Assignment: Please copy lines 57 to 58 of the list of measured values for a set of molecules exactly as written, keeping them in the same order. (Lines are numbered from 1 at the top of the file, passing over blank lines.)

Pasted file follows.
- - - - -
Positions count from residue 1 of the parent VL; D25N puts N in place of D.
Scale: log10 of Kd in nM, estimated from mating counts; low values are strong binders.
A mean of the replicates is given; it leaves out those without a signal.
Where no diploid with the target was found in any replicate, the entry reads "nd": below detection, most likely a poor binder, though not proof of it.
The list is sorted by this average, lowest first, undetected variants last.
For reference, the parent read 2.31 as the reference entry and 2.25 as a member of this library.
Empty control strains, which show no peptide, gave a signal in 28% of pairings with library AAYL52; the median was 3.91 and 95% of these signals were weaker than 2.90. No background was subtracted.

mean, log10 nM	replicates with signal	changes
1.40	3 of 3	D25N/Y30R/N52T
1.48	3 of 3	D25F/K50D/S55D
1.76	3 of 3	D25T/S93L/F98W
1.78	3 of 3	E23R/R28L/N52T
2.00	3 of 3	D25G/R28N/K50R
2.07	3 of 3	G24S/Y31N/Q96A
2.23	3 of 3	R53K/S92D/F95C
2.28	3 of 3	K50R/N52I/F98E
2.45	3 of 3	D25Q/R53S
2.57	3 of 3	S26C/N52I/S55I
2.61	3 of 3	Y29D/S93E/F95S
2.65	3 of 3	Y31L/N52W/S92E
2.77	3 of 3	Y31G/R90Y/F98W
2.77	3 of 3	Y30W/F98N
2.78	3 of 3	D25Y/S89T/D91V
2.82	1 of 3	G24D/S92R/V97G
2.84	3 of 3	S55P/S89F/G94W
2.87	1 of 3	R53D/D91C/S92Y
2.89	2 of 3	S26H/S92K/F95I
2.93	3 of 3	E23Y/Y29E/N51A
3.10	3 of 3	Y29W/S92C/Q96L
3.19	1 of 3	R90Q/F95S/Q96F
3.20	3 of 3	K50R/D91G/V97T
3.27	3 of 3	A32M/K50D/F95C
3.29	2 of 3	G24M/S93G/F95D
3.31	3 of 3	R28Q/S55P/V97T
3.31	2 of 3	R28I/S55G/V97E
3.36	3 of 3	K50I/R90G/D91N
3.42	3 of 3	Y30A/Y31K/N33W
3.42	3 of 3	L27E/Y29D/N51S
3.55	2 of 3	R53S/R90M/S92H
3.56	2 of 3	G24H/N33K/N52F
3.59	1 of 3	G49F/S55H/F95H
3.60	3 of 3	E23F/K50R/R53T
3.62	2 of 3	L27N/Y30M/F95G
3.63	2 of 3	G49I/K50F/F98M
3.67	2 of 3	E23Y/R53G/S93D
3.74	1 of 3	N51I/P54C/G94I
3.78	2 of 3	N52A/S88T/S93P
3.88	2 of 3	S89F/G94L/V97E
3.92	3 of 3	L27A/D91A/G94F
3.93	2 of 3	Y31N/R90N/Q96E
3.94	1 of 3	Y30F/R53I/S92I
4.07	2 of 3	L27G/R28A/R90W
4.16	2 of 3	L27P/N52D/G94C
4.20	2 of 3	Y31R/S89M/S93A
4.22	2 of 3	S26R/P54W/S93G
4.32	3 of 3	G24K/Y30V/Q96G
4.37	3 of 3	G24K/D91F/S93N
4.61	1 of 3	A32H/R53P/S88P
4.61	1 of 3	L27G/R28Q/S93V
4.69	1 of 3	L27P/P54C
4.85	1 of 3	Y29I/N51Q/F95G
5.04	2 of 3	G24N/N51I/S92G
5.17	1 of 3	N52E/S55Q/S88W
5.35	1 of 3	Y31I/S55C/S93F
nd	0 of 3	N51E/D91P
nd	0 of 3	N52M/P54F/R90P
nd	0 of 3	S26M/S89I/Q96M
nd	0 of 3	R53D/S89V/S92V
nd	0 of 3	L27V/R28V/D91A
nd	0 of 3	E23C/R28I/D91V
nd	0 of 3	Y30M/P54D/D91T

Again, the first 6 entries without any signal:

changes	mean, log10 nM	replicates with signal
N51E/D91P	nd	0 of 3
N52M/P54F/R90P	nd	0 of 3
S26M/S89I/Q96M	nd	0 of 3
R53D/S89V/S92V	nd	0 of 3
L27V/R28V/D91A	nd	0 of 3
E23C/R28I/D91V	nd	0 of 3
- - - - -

4.37	3 of 3	G24K/D91F/S93N
4.61	1 of 3	A32H/R53P/S88P